Landlords, Are You Overestimating Your Legionella Responsibilities?
Many residential landlords have one or more domestic properties they rent out to tenants. As a landlord, it is important to know what your responsibilities are to keep your tenants safe, and to provide a safe property for them to live in.
While these responsibilities extend to obvious areas such as the overall condition of the property and the safety of gas and electric supplies, they also touch on the presence of legionella bacteria and the potential for contamination of the water in the property. Some residential landlords may be unaware of their responsibilities here, while others may be going too far in delivering what is required of them.
Misunderstandings from the HSE’s ACOP L8 document
This is the Health & Safety Executives Approved Code of Practice relating to Legionnaires’ disease and the control of legionella bacteria in water systems. The release of the fourth edition in 2013 led some property letting agents to provide misleading information to their landlords. Further, some individual, independent landlords may have wrongly assumed there were new requirements they must meet.
However, this is not the case. The main legal duty is as it has always been – to ensure the landlord of a domestic rented property conducts a legionella risk assessment to determine the risk posed by the water system in that property. In most cases, this legionella assessment will determine there is little risk present in the system providing certain precautions are taken.
Controlling any risks present may be as simple as flushing through the water system regularly if the property should be empty for a longer period.
No legionella testing certificate required
There is no need to obtain any legionella testing certificate to prove the water system is safe or has been tested in any manner. Providing you have conducted a thorough legionella risk assessment on the property, and you have reviewed it if anything changes (or periodically if not), you have most likely covered everything required of you. There should be a plan of action to follow, especially if anything changes, and you should take all measures to minimise any risks that may be present.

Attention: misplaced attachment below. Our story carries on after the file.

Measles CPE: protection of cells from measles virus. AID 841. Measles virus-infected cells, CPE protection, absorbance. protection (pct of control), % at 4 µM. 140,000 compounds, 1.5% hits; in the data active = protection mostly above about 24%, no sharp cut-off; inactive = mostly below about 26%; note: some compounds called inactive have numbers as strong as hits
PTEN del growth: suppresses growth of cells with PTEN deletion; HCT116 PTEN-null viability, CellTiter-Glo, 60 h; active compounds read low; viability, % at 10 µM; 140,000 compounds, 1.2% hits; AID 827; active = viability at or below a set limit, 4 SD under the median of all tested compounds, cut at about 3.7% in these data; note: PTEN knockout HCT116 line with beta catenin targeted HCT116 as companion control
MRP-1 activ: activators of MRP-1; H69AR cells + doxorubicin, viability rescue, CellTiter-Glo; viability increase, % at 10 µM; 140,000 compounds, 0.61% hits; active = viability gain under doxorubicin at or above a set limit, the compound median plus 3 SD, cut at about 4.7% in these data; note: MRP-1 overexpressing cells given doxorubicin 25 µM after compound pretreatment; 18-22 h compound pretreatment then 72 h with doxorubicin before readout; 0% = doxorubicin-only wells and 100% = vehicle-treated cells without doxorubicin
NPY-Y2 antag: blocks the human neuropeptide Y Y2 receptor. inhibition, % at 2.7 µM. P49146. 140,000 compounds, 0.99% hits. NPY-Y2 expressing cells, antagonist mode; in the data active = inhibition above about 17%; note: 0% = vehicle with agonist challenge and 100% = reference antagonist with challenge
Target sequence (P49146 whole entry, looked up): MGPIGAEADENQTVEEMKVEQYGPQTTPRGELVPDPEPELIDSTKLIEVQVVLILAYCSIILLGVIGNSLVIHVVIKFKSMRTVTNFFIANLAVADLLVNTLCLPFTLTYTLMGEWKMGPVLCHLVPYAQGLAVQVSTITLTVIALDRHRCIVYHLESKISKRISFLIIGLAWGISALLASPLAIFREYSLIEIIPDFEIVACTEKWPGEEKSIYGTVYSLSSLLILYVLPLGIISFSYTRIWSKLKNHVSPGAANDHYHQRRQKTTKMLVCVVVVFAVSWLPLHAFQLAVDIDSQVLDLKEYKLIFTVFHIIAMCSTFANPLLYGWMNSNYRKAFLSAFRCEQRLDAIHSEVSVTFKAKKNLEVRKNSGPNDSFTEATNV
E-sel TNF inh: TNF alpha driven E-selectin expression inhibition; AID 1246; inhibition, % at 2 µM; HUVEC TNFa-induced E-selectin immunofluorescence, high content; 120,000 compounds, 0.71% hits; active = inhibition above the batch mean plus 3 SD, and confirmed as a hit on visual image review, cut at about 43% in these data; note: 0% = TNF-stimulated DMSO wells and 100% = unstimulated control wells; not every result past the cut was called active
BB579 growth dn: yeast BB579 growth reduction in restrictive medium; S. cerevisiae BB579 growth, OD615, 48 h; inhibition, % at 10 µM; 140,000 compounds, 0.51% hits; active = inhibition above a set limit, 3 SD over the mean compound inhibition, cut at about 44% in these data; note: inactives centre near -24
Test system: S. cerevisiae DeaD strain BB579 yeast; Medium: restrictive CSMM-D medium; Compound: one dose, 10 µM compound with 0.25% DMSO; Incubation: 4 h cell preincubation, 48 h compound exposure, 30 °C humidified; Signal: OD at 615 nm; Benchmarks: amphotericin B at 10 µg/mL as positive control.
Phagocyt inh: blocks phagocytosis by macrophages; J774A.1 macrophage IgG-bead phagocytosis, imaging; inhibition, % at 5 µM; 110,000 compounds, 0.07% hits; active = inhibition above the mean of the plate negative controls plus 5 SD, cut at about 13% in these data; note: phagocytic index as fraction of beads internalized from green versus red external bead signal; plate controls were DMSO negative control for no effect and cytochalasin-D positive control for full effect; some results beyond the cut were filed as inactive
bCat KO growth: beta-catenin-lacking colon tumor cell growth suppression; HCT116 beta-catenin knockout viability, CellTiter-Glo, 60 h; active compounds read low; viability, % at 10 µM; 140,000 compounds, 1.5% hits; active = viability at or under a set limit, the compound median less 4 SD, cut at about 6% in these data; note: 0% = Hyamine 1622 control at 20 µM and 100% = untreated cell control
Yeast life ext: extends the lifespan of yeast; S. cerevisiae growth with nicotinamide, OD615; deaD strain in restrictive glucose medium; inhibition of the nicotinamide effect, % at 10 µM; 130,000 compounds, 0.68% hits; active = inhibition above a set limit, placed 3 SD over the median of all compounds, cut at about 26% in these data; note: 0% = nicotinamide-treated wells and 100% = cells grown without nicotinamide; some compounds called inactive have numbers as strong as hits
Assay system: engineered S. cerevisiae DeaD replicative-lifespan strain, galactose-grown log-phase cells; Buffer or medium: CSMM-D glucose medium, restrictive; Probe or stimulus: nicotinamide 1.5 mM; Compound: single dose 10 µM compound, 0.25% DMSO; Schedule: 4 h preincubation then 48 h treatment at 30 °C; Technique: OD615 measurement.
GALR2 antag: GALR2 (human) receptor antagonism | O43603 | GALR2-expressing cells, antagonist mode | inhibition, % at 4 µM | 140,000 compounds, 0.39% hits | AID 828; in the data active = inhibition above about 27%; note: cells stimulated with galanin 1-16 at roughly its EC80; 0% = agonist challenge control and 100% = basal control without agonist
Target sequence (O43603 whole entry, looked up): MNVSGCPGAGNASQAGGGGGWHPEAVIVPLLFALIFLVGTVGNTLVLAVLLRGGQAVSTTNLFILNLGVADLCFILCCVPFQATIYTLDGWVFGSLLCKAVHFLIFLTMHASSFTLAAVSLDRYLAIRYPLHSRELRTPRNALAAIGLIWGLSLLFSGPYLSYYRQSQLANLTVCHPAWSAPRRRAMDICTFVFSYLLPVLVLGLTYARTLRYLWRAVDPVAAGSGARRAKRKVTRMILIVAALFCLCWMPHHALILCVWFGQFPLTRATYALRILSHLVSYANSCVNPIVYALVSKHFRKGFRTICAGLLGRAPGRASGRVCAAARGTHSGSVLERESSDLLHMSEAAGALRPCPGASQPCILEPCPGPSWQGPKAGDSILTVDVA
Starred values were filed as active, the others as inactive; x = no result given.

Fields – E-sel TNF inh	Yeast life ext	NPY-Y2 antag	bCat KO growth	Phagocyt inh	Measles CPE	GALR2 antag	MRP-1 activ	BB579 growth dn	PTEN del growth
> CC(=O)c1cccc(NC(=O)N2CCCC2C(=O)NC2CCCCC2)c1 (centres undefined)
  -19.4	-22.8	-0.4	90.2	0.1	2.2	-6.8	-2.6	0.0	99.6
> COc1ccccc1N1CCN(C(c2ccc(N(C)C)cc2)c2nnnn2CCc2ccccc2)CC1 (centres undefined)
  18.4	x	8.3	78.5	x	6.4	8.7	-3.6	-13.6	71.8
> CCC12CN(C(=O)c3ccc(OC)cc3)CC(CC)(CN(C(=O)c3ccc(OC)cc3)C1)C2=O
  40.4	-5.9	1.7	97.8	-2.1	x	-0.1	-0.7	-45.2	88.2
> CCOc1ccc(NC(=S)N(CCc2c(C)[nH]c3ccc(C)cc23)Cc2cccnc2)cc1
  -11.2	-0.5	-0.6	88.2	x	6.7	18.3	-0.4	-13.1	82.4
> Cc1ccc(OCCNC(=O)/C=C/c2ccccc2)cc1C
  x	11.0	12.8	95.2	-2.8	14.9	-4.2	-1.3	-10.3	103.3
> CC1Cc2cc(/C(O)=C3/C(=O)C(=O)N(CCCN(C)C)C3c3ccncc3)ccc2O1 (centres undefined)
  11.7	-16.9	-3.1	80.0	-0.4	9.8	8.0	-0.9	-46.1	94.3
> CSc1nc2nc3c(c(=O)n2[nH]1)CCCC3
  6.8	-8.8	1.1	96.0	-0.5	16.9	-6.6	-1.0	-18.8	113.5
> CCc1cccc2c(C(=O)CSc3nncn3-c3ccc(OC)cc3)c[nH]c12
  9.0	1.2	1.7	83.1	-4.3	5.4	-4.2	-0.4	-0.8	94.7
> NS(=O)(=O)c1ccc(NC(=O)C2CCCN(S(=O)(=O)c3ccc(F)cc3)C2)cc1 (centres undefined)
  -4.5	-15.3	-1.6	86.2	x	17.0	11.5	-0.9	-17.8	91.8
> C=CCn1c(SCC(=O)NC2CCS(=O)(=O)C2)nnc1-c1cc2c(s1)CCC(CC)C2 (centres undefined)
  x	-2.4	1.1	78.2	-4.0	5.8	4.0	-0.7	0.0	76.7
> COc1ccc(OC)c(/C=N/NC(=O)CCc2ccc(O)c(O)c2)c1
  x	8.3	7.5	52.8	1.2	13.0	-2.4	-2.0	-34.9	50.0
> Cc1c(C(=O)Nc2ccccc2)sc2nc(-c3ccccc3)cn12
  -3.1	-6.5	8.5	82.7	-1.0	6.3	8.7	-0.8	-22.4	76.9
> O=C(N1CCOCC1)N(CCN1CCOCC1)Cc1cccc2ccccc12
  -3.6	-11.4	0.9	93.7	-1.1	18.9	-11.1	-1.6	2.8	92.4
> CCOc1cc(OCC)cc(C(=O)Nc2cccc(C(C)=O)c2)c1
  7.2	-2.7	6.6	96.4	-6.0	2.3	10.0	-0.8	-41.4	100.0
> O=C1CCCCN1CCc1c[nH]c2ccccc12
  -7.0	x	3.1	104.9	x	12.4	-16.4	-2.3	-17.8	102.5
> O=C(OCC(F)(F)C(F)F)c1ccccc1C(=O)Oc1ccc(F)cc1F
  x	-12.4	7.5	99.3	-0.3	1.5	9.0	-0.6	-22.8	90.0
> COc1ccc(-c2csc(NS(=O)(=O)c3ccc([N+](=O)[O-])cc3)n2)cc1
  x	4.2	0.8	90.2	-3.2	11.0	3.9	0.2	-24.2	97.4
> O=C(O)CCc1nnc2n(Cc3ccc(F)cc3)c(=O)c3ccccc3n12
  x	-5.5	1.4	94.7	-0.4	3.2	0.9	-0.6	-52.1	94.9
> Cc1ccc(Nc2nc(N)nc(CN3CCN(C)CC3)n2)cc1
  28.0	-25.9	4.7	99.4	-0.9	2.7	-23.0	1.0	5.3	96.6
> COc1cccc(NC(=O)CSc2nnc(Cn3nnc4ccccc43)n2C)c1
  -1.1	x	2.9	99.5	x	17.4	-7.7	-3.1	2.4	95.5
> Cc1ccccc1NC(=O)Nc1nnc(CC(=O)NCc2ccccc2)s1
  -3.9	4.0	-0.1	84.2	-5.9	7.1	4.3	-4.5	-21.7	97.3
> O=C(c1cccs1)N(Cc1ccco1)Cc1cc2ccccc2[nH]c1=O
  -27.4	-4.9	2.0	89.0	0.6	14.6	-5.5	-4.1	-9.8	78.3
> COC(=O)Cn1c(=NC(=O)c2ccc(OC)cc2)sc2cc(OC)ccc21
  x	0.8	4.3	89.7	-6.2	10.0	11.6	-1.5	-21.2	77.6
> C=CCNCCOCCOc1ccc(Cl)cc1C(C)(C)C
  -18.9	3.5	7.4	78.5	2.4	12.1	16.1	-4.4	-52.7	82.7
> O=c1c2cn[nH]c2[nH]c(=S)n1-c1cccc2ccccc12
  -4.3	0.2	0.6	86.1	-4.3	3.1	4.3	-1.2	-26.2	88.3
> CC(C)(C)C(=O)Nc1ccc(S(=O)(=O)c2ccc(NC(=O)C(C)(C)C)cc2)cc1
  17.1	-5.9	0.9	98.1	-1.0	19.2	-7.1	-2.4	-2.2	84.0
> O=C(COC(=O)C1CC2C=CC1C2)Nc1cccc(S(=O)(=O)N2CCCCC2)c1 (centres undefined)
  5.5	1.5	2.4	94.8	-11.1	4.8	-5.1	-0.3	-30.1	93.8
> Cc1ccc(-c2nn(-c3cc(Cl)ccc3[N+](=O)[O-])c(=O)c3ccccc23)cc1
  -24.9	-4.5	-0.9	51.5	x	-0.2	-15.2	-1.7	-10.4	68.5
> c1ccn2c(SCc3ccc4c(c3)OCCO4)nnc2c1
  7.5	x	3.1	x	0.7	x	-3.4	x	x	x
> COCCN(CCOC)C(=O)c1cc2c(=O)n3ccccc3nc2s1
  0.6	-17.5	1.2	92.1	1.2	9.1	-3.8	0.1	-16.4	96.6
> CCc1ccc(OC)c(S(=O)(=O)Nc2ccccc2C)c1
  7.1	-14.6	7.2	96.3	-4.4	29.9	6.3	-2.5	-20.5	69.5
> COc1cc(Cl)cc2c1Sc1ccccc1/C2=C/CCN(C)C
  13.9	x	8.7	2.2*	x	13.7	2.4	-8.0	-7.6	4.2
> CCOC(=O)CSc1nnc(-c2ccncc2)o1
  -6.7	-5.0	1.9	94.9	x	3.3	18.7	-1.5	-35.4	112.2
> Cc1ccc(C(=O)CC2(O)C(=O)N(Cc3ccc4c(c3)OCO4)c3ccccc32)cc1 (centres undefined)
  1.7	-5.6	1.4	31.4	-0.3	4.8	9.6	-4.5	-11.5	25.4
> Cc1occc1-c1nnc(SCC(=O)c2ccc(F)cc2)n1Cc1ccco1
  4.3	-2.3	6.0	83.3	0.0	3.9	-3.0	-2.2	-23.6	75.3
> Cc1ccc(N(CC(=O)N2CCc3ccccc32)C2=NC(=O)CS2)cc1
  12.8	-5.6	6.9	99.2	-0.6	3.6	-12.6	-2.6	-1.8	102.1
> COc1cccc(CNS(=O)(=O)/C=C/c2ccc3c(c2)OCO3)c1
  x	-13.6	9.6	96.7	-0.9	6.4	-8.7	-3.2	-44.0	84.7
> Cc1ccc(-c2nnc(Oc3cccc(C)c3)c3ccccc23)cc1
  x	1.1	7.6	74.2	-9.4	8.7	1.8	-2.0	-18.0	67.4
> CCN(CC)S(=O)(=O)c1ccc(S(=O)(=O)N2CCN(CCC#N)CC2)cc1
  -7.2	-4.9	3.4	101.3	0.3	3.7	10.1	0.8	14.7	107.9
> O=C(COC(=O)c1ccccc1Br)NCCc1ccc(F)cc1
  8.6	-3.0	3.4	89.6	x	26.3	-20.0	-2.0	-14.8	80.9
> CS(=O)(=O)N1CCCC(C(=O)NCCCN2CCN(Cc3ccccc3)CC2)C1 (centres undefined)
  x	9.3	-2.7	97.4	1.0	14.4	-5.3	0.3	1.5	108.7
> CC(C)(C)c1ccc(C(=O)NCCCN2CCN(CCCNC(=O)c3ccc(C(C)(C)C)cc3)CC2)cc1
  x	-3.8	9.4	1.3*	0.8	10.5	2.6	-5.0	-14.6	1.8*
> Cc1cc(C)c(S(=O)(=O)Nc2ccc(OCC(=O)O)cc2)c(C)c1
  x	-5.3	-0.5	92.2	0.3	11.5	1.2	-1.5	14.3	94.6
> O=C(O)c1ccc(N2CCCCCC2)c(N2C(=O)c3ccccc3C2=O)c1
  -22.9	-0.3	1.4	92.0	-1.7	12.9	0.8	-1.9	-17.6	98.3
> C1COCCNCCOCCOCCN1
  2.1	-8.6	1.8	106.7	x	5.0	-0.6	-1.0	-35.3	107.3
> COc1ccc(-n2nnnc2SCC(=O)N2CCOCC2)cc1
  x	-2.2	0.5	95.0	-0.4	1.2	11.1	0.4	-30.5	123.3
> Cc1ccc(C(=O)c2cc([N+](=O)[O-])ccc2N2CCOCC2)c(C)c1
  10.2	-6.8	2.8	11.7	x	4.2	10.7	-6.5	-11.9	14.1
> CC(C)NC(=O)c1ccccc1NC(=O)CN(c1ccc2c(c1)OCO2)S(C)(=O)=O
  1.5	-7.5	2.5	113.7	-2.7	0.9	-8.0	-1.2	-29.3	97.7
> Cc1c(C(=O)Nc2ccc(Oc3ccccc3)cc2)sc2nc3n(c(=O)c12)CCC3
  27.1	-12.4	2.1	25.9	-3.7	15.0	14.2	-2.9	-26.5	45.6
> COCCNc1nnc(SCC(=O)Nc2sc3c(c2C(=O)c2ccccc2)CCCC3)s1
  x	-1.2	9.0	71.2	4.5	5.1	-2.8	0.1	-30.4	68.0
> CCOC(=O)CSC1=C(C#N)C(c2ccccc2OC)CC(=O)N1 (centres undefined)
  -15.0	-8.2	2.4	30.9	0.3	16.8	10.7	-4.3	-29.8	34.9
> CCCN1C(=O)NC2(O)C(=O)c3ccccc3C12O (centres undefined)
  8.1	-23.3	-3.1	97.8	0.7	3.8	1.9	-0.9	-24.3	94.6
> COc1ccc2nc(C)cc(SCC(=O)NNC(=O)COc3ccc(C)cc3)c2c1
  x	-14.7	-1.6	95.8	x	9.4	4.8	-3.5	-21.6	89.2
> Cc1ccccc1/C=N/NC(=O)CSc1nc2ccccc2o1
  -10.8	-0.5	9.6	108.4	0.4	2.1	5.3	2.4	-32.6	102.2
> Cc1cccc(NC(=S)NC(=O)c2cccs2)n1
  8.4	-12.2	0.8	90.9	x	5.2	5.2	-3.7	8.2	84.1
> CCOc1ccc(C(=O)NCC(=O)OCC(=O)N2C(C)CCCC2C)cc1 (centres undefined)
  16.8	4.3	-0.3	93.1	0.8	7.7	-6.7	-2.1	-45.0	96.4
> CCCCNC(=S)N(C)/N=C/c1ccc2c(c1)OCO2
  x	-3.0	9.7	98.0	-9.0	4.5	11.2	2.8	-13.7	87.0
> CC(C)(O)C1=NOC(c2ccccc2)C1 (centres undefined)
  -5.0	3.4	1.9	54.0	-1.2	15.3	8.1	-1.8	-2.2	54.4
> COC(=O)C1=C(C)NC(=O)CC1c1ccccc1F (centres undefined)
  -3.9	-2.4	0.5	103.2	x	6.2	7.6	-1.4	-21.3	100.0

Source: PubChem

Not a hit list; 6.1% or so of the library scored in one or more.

But do not assume it is legally necessary to obtain a testing certificate, as this is not typically the case under Health and Safety law. Testing would only usually be required if you suspected the water system was contaminated or associated with someone catching Legionnaires’ disease.
The HSE has plenty of guidance for landlords who are unsure of the extent of their responsibilities in this area. However, for most residential landlords, there will be no complex steps to take or complete to ensure they do not fall foul of the law.
World-leading legionella risk management specialists
Our teams of legionella experts support those responsible for the control of legionella across all regions of the UK and internationally, delivering professional water safety and legionella risk assessment solutions, legionella testing, independent compliance auditing, City & Guilds training and other environmental risk management services.
If you have questions about any of the issues raised above or you would like to speak with one of our specialists call us today on 0330 223 36 86 or get in touch here … contact us